Holyoke Mayor Morse declares state of emergency over COVID-19, public schools closed 

  • Holyoke Mayor Alex Morse speaks during a press conference outside of his office at City Hall on Friday, March 13.  STAFF PHOTO/MICHAEL CONNORS

Staff Writer
Published: 3/13/2020 7:55:56 PM

HOLYOKE — Mayor Alex Morse announced Friday afternoon that he had declared a state of emergency in the city over the global COVID-19 pandemic — the same day the announcement came that the city’s public schools will close for at least two weeks.

During a press conference outside the mayor’s office at City Hall, Morse said that he officially made his declaration Thursday, and noted both the federal and state governments have also made similar declarations this week.

Stephen Zrike, the receiver-superintendent of the city’s public schools, told reporters that the school closure begins Monday and that a tentative plan is to reopen on March 30. Zrike said all school-related activities and events are canceled, but school-age students can pick up breakfast and lunch at five schools across the city every day from 8:30 a.m. to 12:30 p.m. during the closure.

“Our priority right now is slowing down the spread of the coronavirus in our community as much as possible,” Morse said, noting the state of emergency allows the city to be eligible for expenses to be reimbursed.

Morse said the city’s second priority is to inform the public about the disruption of several city services. City Hall and its annex will be closed to all public walk-ins, though it will remain open for city staff; those seeking assistance at City Hall can call or email and an appointment may be made if the matter is urgent, Morse said. The city is evaluating a work from home policy for some city employees, he said, adding employees will not have to use accrued time off if they or their children are sick.

The Holyoke Senior Center, the Holyoke Public Library and Wistariahurst Museum are all closed, though the senior center will still provide lunch by either pickup or drop-off, and social services will visit seniors if necessary.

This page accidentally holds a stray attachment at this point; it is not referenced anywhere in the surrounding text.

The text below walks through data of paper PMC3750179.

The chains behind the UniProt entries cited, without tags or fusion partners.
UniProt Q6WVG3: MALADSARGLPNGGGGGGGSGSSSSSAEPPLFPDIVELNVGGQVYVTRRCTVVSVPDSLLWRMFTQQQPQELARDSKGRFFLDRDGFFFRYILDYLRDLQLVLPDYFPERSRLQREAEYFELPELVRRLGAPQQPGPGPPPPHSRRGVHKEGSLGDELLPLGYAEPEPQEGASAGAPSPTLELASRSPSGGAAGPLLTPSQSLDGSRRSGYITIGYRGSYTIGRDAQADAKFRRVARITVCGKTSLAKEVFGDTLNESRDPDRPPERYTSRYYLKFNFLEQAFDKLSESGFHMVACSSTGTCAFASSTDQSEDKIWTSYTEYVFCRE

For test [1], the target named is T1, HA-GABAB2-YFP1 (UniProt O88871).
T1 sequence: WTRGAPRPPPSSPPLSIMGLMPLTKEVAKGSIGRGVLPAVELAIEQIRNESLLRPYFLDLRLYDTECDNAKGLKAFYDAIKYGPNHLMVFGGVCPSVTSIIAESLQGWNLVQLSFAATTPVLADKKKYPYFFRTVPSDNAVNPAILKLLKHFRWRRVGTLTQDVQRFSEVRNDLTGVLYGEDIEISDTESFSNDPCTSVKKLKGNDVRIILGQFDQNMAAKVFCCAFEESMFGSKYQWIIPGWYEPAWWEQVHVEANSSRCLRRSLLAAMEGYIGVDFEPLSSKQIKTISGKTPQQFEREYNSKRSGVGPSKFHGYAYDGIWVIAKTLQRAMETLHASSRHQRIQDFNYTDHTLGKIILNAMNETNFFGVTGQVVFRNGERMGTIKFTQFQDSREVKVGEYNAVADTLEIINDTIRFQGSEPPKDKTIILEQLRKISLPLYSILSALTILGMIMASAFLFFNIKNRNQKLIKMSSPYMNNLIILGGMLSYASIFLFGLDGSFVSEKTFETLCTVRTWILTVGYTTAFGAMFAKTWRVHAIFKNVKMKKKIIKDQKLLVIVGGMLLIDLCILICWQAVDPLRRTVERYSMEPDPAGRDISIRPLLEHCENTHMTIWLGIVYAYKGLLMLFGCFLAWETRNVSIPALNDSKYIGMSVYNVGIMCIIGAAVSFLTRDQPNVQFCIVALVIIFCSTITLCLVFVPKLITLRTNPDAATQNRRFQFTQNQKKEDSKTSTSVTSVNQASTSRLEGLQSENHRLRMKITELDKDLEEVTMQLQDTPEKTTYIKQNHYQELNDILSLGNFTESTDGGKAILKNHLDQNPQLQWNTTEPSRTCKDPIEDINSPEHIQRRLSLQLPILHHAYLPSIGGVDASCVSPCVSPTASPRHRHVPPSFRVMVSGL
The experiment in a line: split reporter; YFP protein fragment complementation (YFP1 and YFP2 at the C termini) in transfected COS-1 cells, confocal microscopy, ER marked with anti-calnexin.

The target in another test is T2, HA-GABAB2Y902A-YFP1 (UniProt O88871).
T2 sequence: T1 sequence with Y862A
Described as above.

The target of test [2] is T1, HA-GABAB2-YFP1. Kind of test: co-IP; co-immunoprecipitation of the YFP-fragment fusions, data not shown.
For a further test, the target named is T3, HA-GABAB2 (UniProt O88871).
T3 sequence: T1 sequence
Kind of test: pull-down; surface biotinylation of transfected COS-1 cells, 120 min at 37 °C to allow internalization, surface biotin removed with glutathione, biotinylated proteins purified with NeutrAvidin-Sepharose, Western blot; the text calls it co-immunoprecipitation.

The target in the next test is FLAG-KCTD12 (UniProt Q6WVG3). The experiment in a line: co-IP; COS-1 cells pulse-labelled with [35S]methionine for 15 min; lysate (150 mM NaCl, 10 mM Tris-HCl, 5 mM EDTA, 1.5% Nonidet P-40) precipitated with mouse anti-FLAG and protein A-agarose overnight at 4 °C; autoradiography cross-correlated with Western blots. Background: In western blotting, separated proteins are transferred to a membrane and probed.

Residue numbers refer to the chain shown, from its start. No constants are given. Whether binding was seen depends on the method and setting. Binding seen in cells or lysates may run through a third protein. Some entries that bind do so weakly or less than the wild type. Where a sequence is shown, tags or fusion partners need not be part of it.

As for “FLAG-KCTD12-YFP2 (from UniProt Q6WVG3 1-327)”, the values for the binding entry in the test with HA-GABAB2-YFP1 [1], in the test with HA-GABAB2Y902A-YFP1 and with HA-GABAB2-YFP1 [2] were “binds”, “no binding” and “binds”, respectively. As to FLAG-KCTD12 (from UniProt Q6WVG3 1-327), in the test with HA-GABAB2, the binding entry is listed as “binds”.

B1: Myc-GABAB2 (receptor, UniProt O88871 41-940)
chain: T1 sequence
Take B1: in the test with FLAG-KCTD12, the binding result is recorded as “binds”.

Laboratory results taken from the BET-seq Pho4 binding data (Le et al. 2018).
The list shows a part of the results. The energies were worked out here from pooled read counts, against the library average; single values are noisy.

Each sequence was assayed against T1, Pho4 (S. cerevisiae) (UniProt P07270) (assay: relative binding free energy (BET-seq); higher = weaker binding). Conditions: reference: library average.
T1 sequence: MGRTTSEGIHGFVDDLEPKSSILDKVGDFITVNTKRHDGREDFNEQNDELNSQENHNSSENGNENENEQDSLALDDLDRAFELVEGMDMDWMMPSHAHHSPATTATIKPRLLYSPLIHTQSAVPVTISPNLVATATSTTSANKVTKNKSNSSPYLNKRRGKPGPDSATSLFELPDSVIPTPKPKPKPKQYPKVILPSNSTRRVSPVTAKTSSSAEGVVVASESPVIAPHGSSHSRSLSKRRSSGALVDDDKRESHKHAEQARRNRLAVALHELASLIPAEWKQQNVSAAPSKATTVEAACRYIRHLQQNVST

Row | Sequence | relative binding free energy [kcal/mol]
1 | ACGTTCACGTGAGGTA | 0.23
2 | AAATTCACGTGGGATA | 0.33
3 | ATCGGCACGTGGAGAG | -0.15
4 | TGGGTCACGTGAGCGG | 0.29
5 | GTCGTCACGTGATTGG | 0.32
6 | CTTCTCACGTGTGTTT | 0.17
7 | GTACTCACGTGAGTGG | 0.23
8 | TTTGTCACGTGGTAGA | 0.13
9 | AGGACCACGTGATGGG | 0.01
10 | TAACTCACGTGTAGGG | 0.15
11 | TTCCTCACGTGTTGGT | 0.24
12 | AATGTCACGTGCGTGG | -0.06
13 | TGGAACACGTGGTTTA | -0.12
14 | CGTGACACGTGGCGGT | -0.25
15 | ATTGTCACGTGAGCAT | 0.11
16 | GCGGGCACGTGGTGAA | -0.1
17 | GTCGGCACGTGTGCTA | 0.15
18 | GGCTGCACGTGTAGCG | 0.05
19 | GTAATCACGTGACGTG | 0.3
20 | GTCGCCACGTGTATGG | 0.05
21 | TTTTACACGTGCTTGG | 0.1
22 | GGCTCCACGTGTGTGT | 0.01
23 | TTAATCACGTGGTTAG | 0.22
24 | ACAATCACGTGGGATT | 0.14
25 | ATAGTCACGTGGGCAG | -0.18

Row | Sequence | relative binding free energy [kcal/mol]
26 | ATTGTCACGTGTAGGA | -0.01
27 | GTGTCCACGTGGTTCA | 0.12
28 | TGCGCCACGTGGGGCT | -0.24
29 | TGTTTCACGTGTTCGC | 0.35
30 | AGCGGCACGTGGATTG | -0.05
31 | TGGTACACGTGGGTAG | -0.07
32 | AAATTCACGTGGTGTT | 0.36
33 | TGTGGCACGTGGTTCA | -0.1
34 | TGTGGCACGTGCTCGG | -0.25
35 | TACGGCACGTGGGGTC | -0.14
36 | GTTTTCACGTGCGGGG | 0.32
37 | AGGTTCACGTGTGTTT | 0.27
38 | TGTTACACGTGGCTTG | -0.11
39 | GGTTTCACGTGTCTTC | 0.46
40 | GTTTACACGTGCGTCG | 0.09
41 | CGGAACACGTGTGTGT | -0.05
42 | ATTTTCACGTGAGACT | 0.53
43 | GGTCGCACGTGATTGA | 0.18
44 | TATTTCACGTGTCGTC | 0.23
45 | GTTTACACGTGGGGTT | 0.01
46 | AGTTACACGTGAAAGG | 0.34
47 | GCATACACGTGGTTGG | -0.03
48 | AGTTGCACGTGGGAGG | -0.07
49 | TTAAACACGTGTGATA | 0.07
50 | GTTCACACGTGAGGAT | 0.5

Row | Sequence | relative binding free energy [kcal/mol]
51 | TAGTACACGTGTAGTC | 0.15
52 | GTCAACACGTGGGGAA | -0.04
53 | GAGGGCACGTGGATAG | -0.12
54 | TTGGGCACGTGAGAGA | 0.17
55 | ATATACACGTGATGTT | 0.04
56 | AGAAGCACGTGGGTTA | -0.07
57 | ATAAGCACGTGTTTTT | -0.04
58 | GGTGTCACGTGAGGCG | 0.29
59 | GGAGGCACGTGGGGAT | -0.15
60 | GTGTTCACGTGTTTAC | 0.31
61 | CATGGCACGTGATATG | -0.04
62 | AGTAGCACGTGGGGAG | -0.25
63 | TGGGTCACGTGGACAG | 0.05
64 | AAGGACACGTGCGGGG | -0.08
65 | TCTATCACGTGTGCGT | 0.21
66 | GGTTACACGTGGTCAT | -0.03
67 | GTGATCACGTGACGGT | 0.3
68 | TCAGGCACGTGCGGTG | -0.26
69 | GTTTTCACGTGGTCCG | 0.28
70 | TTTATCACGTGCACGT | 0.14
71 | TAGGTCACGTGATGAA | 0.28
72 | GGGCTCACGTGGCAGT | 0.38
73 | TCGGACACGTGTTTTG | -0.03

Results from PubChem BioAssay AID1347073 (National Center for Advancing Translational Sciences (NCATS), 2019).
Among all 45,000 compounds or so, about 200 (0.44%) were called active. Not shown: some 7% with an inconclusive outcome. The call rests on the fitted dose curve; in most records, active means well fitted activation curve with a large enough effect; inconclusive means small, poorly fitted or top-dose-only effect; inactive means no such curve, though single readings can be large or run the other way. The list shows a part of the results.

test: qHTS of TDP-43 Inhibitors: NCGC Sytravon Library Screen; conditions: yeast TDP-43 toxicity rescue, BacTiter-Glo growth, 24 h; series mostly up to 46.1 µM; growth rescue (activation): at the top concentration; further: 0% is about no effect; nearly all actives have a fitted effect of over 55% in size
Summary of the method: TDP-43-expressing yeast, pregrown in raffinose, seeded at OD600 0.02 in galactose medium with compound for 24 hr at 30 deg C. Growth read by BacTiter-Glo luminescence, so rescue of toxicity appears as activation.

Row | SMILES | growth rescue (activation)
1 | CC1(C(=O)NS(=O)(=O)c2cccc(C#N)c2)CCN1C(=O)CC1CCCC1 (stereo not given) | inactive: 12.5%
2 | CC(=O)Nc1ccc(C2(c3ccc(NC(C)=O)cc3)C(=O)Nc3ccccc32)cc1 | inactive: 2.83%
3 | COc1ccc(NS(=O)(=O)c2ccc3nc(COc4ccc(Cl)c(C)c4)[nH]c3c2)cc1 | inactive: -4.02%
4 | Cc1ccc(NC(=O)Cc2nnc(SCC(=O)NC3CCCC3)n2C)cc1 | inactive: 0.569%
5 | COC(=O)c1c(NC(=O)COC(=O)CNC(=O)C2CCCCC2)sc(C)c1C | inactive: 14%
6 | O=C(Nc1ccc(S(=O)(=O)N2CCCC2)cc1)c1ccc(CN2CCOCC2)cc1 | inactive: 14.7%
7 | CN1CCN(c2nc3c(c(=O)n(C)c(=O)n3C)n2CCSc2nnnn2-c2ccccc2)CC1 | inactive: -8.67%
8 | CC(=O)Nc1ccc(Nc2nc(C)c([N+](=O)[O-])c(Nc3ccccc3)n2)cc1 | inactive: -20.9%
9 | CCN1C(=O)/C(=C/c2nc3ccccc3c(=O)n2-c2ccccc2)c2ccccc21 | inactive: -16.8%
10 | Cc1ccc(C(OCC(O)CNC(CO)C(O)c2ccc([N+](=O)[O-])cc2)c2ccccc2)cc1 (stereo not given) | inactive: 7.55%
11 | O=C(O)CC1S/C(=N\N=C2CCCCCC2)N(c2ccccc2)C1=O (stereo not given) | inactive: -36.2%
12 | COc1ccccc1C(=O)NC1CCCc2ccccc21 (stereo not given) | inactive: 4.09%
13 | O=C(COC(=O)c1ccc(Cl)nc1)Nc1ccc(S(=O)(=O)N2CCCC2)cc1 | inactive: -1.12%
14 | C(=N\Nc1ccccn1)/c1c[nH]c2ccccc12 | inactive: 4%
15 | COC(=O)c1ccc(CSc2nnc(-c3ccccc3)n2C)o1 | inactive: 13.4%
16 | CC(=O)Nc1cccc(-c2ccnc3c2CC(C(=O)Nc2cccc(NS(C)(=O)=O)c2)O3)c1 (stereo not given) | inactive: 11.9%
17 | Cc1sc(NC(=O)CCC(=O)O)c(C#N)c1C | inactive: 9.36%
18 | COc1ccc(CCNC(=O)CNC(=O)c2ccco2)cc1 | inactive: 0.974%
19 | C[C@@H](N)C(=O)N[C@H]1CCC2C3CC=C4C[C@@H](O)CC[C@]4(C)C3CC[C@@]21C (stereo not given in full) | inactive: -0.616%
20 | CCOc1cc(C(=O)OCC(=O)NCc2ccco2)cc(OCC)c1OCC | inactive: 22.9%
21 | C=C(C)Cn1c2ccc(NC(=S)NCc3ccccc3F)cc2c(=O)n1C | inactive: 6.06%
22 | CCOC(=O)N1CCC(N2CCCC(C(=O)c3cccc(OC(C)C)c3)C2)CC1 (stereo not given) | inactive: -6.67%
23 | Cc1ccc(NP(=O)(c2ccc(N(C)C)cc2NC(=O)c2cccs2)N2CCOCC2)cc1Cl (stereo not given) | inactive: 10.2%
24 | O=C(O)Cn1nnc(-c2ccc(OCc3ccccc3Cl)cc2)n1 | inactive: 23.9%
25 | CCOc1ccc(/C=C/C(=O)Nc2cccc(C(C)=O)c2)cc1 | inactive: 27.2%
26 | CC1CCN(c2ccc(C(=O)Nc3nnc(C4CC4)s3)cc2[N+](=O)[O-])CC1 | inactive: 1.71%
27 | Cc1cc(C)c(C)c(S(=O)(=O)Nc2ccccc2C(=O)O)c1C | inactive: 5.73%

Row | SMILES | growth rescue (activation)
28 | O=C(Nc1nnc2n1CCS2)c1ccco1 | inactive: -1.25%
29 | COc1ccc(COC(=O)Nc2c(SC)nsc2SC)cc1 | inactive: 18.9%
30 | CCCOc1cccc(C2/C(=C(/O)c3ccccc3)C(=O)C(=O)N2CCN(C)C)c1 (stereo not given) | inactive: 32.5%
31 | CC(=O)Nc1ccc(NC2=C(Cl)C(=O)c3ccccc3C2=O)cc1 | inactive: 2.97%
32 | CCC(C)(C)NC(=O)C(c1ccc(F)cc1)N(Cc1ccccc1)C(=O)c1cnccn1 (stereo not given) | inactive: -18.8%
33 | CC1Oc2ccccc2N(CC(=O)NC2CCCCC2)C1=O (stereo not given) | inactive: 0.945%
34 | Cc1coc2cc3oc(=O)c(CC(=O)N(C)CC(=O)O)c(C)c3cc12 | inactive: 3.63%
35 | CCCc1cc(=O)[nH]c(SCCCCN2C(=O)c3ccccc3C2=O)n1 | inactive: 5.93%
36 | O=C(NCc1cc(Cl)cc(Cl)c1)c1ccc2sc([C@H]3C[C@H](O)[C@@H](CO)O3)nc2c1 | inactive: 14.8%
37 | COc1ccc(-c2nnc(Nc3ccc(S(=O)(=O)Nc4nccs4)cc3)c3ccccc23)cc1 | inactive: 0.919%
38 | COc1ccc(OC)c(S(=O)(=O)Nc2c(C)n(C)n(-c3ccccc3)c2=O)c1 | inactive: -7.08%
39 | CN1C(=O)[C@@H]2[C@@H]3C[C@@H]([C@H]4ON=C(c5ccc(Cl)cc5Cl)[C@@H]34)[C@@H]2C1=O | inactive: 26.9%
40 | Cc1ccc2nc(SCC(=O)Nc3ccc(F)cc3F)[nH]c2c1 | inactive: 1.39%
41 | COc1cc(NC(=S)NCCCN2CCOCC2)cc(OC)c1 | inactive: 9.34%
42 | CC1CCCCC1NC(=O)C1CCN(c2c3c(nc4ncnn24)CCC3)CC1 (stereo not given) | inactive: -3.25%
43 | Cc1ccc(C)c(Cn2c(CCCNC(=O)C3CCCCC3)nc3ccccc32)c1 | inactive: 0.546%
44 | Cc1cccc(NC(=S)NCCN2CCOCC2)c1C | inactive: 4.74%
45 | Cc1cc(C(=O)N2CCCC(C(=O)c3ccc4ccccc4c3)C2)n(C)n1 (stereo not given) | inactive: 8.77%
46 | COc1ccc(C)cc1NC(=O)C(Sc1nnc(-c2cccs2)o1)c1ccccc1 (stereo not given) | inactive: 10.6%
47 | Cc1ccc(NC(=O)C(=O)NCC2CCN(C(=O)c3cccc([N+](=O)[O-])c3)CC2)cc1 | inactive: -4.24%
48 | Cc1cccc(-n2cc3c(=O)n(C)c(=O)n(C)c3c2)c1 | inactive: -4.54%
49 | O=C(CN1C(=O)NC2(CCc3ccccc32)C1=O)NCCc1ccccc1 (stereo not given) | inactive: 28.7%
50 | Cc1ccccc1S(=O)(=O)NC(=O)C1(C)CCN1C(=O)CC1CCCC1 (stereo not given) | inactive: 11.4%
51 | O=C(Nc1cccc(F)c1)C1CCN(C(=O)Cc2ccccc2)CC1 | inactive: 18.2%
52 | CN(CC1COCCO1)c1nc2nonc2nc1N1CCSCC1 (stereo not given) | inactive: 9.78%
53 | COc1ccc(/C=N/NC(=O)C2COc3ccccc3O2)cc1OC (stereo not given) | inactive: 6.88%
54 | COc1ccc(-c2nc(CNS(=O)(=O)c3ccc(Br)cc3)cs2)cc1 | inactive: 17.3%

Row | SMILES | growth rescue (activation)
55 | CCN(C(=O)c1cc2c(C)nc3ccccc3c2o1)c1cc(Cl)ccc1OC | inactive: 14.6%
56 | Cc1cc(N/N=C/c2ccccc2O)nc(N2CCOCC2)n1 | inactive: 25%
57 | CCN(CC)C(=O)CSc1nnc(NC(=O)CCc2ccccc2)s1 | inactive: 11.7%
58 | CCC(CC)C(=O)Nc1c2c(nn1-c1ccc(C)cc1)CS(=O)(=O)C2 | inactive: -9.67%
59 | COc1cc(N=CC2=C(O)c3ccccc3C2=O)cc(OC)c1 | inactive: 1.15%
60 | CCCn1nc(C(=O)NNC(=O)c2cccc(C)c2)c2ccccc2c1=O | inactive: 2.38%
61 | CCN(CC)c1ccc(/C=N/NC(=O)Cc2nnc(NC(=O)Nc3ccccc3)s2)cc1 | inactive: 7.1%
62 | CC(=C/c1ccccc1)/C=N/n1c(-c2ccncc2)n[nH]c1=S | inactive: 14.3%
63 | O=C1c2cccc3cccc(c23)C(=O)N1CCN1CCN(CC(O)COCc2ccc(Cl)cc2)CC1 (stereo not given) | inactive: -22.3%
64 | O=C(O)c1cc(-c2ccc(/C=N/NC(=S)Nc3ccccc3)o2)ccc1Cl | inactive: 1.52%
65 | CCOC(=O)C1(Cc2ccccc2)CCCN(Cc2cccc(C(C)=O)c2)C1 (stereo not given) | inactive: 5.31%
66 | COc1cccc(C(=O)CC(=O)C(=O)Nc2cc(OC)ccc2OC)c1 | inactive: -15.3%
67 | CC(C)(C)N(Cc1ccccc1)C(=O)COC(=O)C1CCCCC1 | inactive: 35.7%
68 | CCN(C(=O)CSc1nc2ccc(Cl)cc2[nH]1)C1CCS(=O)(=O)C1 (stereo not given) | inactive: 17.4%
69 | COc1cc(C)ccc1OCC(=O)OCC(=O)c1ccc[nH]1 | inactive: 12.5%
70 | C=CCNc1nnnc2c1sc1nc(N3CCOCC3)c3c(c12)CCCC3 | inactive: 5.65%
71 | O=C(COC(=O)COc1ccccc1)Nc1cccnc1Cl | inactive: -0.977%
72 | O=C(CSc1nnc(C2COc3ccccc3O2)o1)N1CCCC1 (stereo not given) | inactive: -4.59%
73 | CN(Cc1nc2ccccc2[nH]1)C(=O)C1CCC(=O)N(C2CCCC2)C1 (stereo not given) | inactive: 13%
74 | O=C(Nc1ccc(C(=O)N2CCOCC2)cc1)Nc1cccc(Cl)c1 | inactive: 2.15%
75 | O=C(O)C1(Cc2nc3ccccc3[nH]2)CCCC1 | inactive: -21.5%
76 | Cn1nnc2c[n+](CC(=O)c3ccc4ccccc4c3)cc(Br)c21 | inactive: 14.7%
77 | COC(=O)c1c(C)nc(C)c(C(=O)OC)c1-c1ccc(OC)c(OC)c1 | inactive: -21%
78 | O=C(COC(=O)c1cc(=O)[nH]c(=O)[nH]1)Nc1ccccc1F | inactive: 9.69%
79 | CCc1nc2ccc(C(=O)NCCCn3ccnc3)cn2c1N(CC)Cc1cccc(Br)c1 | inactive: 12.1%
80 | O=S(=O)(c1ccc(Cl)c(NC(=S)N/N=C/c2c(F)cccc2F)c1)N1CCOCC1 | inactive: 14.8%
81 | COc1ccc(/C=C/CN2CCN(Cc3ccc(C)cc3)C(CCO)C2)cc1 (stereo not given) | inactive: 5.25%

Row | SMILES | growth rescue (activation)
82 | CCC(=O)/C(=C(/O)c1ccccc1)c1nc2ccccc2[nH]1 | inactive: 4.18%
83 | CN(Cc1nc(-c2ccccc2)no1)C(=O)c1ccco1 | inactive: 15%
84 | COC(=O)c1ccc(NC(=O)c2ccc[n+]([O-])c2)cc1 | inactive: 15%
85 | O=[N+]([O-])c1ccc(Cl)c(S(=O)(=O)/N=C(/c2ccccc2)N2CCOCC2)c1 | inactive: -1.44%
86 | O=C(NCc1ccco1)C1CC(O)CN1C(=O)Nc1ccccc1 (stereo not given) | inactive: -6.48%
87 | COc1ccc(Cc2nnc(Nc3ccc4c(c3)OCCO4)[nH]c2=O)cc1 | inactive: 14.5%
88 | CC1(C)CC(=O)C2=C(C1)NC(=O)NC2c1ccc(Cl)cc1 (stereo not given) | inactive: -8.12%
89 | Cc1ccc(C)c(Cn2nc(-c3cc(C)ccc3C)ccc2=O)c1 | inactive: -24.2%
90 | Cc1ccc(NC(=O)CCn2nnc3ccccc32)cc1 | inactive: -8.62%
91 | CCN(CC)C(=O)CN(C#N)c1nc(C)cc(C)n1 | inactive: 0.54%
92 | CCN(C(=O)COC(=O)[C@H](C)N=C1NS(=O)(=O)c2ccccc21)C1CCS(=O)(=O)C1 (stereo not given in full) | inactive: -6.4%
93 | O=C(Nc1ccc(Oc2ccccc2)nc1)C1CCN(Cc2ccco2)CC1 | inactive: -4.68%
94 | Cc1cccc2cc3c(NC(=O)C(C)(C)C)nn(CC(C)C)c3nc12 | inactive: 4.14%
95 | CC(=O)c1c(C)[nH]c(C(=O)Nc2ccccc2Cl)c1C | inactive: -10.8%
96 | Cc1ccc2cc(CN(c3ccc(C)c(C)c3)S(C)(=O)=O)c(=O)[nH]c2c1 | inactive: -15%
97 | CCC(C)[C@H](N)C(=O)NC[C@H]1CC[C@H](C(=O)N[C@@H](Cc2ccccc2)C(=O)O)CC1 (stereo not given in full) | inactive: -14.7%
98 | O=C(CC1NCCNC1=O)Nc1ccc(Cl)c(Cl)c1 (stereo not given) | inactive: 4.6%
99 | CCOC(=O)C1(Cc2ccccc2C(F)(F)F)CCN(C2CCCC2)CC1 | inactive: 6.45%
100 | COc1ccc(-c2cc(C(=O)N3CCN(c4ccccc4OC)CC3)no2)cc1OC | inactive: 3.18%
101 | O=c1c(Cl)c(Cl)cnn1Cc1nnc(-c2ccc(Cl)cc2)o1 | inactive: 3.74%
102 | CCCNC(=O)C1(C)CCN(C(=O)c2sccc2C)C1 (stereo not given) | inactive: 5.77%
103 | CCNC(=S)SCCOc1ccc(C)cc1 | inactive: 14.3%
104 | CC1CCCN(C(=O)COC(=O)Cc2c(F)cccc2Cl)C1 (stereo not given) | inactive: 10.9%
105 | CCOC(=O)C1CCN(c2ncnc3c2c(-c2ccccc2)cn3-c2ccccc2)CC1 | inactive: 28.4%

Holyoke Gas & Electric will remain open, but Morse encouraged citizens to use online transactions. The Holyoke Housing Authority is curtailing public visits to administrative offices and encouraging tenants to contact them for appointments. City parks, along with sports and other events, are canceled until further notice, Morse said, and Community Field will not be staffed as usual and bathrooms will be closed. Permits will not be issued for future events, he said. 

Morse said he has requested that all city boards and commissions suspend public meetings until further notice unless necessary. City Council President Todd McGee has suspended council meetings for the next 30 days, according to Morse.

Students looking to continue picking up breakfast and lunch will be able to do so at the front doors of the Maurice A. Donahue Elementary School, Holyoke High School North, Dr. Marcella R. Kelly Elementary School, H.B. Lawrence Elementary School and Lt. Clayre P. Sullivan Elementary School each day from 8:30 a.m. to 12:30 p.m, Zrike said.

Parents looking to pick up medication from school nurses can do so Monday and, with the closure, the projected last day of school will be June 23. The schools are looking at possibilities for staff to work from home, Zrike said.

There will also be optional work for students online and eventually at food distribution locations, Zrike said. Later in the press conference Friday, Morse said officials will work over the weekend “exploring the potential of certain sites being open in the city for children of those parents that frankly just can’t afford time out of work or don’t have the privilege that some people have to work from home.”

Sean Gonsalves, the director of the city’s board of health, said many of these efforts help to “flatten the curve” of coronavirus infections, reducing the stress put on local medical facilities such as Holyoke Medical Center by delaying cases over a longer period of time. He also said canceling school minimizes potential exposure to the virus.

“We cannot allow our city resources to be overwhelmed by a sudden demand of services,” Gonsalves said.

“Waiting for the virus to take hold in Holyoke before we decide to act would not be a suitable or safe choice,” he said.

Morse said the city was looking at reallocating Community Development Block Grant funds into food shares and food pantries. 

“Some folks may purport that many people who are making decisions are overreacting,” Morse said. “But if we’re overreacting, we’re doing exactly what we need to do because we need to do our part ... everything that we do locally affects people all across western Mass. and across the state.”

Also speaking at the press conference was Holyoke Community College President Christina Royal, who announced earlier Friday that the school will suspended in-person classes for one week beginning March 23 — the week after spring break.

Michael Connors can be reached at mconnors@gazettenet.com. 


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